A white Nashville officer is under intense scrutiny after fatally shooting a black man while he was fleeing, allegedly with a gun.
Now, as Officer Andrew Delke faces a homicide charge, one Vanderbilt doctoral candidate has crunched more than a year of his traffic stop data, which suggests some trends in his style of policing.
Vanderbilt sociologist Peter Vielehr worked on the high-profile Driving While Black report, which used Metro Police data to show that black drivers were being stopped far more often than white drivers.
Activists cited the report as proof of racial profiling and bias. While Nashville's police chief derided the study, calling it "morally disingenuous."
Vielehr doesn't side with either. He says data shows action, not intention.
"We can show that there is a really substantial racial disparity between black and white drivers in Nashville," Vielehr said. "What we can't show is that officers are intentionally targeting black drivers."
Which is why he was initially reluctant to do a quick analysis of Delke’s traffic stops: Those alone don't tell much of a story. But last week, after gathering more department-wide data as a comparison, he published the findings on his website.
More Stops Than Average
Vielehr looked at every traffic stop Delke made and compared those figures to other officers who worked in the same zones. To make more accurate determinations, Vielehr said he counted only areas of the city where Delke made more than 10 stops, and only compared him to other officers in those zones who also made more than 10 stops.
"I find that in the majority of zones that he is patrolling he is making more stops of black drivers than the average officer," Vielehr said.
More specifically, Delke was above the average of all officers in nine out of the 10 zones Vielehr analyzed, and often by a large margin.
Also, according to the data, Delke searched the black drivers he stopped nearly three times the rate of his fellow officers across the city—10.7 percent compared to 3.8 percent. In the end, Delke's searches didn't turn up much more evidence than the average officer. He found evidence 33 percent of his searches, compared to the average 26.5 percent for other officers.
Preventing An 'Adverse Encounter'
All of this doesn't indicate Delke shot Daniel Hambrick because of his race. But Vielehr said the data can suggest that Delke may have had a more aggressive style of policing than many of his colleagues.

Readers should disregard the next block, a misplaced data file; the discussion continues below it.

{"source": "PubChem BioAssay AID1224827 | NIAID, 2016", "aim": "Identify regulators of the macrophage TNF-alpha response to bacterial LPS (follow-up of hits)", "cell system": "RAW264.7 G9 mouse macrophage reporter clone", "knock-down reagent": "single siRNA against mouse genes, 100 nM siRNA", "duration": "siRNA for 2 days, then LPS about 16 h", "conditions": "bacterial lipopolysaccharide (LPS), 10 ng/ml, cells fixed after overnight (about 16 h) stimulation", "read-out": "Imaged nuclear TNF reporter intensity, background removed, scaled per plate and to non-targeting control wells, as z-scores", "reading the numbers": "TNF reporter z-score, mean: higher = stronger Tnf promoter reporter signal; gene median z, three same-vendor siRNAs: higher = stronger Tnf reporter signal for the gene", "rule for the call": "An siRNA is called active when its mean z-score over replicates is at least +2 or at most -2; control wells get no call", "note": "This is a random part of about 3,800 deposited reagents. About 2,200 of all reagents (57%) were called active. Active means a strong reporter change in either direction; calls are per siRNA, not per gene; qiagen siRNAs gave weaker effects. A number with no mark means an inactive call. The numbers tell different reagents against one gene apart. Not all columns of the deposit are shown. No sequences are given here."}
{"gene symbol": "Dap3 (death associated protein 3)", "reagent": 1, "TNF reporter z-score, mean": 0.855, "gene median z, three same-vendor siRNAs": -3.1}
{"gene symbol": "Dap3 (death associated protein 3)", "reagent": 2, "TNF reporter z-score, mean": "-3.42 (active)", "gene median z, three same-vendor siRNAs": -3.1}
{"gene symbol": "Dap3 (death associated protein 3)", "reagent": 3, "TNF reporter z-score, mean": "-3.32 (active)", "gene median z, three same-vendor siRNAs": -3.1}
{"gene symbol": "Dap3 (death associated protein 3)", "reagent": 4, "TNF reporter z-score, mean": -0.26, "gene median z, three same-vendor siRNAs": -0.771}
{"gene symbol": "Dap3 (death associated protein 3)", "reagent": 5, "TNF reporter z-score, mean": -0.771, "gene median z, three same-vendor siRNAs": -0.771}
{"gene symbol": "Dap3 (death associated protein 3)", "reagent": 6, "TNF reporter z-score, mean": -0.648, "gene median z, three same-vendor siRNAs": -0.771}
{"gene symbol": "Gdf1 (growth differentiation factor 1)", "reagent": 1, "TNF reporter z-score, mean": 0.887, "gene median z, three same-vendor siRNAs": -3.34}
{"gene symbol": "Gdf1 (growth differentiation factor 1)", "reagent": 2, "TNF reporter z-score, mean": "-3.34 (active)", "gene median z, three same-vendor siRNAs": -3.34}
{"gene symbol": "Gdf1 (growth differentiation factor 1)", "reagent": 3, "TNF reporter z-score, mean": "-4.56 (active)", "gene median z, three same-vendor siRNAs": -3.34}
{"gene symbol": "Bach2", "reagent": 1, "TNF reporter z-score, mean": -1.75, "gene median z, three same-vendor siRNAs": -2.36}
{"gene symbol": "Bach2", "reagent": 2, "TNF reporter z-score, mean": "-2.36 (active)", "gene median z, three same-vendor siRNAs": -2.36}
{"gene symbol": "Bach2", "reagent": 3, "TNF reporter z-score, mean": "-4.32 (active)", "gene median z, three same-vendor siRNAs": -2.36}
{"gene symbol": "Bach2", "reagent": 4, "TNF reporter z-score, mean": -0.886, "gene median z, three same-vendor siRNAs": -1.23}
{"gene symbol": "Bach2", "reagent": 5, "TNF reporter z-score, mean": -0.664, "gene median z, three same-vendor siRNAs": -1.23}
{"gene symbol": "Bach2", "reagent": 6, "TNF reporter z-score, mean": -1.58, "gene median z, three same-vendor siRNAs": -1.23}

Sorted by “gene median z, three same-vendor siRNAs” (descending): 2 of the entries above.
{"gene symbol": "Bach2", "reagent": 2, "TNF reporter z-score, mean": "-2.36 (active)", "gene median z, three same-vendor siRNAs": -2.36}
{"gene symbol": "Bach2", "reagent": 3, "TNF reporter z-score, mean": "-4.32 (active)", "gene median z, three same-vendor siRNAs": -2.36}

"In general, Officer Delke's traffic stops and vehicle searches paint a picture of an officer who stopped and searched black drivers more aggressively than his peers," Vielehr writes in his report.
And Vielehr believes that mining this kind of data can present an opportunity for police departments to take corrective action—administer extra training or switch up an officer's daily tasks.
"It probably should have had increased attention before he had an adverse encounter," Vielehr said of Delke's stop and search rates.
When asked for comment, Delke's attorney, David Raybin, said this kind of study is "fundamentally flawed" because Delke's assignments changed over time, which could have impacted who he interacted with. Most recently, he was on the city's newly formed Juvenile Crime Task Force.
"The job task of the officers will impact your numbers," Raybin said in an email.
However, the Nashville Police Department is already doing a version of this kind of data analysis. Kris Mumford, a spokeswoman for the department, says it was deployed in 2016.
The last round of citations based on data collected from the first three months of the year, she said, although she could not give details about what statistics the data was based on. Fifty letters were sent to supervisors and cited officers who were "outliers" in some sort of behavior or task. Of those 50, Mumford said, eight employees received “some form of follow up."
She couldn't say whether Delke was among that group, adding that any interventions are confidential unless they result in formal discipline.